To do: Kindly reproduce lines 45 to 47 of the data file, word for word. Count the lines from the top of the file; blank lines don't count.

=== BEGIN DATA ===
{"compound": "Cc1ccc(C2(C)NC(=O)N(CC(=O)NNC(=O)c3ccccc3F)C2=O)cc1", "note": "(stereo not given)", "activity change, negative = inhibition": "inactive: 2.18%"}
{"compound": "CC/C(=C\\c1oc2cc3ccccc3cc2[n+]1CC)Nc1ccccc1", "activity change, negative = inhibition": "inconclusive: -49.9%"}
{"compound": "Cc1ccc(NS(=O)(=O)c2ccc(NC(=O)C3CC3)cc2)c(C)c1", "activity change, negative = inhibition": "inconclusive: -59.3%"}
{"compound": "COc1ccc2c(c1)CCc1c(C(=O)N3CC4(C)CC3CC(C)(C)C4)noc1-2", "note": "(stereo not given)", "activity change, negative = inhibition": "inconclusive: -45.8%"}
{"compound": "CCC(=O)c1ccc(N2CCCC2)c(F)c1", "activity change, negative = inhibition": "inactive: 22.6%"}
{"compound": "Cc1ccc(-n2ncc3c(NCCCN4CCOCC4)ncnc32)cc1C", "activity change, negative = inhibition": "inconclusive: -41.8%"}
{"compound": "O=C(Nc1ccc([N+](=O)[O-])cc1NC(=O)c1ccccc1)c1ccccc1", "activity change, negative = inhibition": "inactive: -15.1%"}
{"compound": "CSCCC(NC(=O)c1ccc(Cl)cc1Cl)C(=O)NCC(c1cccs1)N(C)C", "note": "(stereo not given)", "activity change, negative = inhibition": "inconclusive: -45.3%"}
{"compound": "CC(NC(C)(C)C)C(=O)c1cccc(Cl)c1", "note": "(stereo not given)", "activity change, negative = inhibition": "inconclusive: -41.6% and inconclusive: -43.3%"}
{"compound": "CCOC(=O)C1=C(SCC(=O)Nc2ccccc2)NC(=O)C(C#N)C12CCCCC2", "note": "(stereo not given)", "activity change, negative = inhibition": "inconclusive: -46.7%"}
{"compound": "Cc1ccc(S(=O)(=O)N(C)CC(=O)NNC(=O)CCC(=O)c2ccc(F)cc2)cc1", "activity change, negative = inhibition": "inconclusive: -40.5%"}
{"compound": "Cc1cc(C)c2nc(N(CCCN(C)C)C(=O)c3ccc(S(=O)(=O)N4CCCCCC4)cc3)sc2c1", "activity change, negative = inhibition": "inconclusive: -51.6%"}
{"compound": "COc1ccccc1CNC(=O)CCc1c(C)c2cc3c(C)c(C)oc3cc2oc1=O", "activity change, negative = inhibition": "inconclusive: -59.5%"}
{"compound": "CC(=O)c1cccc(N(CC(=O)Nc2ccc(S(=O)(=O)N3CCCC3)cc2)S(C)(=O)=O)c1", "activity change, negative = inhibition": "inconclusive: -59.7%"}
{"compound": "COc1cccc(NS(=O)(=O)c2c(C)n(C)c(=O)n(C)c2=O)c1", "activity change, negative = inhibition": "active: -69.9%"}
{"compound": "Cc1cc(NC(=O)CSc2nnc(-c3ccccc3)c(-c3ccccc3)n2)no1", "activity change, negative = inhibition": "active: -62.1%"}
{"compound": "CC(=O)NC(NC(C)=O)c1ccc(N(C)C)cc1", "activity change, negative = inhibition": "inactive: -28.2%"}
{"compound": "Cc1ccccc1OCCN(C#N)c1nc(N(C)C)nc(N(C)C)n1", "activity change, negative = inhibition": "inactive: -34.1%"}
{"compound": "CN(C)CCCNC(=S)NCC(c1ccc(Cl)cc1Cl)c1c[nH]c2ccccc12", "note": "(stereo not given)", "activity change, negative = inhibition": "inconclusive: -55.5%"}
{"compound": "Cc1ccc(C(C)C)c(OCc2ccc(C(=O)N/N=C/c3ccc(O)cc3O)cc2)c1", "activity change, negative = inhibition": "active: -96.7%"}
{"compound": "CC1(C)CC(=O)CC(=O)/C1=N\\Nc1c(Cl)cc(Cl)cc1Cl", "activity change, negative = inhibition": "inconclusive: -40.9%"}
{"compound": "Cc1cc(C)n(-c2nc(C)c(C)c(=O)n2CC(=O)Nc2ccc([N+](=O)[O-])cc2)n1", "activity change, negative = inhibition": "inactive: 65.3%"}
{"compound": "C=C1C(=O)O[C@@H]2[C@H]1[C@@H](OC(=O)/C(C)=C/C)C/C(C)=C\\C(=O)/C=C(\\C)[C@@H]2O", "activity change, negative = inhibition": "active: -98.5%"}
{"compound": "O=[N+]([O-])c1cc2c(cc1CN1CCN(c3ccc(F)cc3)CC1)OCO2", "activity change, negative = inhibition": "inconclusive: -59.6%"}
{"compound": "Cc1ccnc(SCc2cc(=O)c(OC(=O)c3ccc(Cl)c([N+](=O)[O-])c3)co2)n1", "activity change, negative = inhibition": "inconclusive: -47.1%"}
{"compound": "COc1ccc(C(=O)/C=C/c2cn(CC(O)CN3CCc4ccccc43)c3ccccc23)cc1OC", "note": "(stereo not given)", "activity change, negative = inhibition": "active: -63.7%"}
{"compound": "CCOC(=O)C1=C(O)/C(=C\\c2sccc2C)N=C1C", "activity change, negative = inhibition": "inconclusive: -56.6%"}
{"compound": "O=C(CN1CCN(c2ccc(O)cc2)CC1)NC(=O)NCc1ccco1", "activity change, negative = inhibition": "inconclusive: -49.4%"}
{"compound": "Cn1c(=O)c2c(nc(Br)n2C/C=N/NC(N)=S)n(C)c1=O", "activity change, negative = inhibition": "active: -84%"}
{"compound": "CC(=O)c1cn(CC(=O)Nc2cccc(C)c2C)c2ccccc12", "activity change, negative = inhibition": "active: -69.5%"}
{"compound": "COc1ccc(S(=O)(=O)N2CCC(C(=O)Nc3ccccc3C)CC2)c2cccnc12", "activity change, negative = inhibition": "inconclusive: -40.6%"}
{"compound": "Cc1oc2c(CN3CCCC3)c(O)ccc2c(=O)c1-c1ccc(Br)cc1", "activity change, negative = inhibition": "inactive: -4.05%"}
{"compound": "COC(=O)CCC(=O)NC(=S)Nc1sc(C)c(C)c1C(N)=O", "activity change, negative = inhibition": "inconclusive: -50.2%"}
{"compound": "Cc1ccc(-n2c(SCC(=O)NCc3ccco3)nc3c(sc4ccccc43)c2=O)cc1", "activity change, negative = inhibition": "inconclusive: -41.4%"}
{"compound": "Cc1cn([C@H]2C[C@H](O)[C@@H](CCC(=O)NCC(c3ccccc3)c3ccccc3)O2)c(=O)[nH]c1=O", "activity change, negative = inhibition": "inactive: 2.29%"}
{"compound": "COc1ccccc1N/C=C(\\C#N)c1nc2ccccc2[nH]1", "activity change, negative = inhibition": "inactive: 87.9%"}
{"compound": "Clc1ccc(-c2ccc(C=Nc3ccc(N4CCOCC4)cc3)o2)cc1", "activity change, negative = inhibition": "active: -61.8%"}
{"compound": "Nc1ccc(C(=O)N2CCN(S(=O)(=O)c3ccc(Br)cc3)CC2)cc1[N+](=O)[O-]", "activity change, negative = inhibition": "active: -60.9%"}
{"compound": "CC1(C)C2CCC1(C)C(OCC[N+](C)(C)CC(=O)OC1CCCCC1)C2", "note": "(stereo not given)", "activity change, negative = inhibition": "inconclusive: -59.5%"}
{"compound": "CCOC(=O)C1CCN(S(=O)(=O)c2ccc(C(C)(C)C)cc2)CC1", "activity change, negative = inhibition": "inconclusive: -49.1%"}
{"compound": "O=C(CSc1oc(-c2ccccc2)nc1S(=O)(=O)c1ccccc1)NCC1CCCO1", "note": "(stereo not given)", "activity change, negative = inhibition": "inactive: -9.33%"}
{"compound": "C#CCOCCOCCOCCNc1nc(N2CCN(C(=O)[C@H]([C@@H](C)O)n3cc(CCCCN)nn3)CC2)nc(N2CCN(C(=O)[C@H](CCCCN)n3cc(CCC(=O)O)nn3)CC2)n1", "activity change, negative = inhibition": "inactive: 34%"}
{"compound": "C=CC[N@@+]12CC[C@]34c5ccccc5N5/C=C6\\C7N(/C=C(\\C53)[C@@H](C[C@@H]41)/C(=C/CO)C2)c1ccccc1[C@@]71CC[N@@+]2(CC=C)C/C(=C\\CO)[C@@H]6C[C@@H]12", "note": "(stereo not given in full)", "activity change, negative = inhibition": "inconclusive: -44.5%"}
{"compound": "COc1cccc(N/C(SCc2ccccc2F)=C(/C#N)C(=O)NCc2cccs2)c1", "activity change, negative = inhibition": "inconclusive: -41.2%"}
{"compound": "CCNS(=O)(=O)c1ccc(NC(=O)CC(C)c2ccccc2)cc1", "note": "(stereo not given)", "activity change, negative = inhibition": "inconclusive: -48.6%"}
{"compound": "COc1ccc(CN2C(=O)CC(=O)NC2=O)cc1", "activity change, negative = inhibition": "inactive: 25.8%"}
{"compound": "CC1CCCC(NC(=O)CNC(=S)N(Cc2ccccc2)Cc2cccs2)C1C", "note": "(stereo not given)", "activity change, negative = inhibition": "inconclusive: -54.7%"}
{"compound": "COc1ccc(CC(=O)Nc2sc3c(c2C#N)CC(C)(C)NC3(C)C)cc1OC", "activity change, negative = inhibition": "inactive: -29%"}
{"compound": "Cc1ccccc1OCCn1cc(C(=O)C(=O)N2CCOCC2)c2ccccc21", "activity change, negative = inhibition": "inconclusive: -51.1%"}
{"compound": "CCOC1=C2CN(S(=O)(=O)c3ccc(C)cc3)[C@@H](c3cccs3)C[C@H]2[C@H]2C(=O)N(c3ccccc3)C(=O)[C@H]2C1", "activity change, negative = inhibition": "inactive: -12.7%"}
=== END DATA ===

{"compound": "CCNS(=O)(=O)c1ccc(NC(=O)CC(C)c2ccccc2)cc1", "note": "(stereo not given)", "activity change, negative = inhibition": "inconclusive: -48.6%"}
{"compound": "COc1ccc(CN2C(=O)CC(=O)NC2=O)cc1", "activity change, negative = inhibition": "inactive: 25.8%"}
{"compound": "CC1CCCC(NC(=O)CNC(=S)N(Cc2ccccc2)Cc2cccs2)C1C", "note": "(stereo not given)", "activity change, negative = inhibition": "inconclusive: -54.7%"}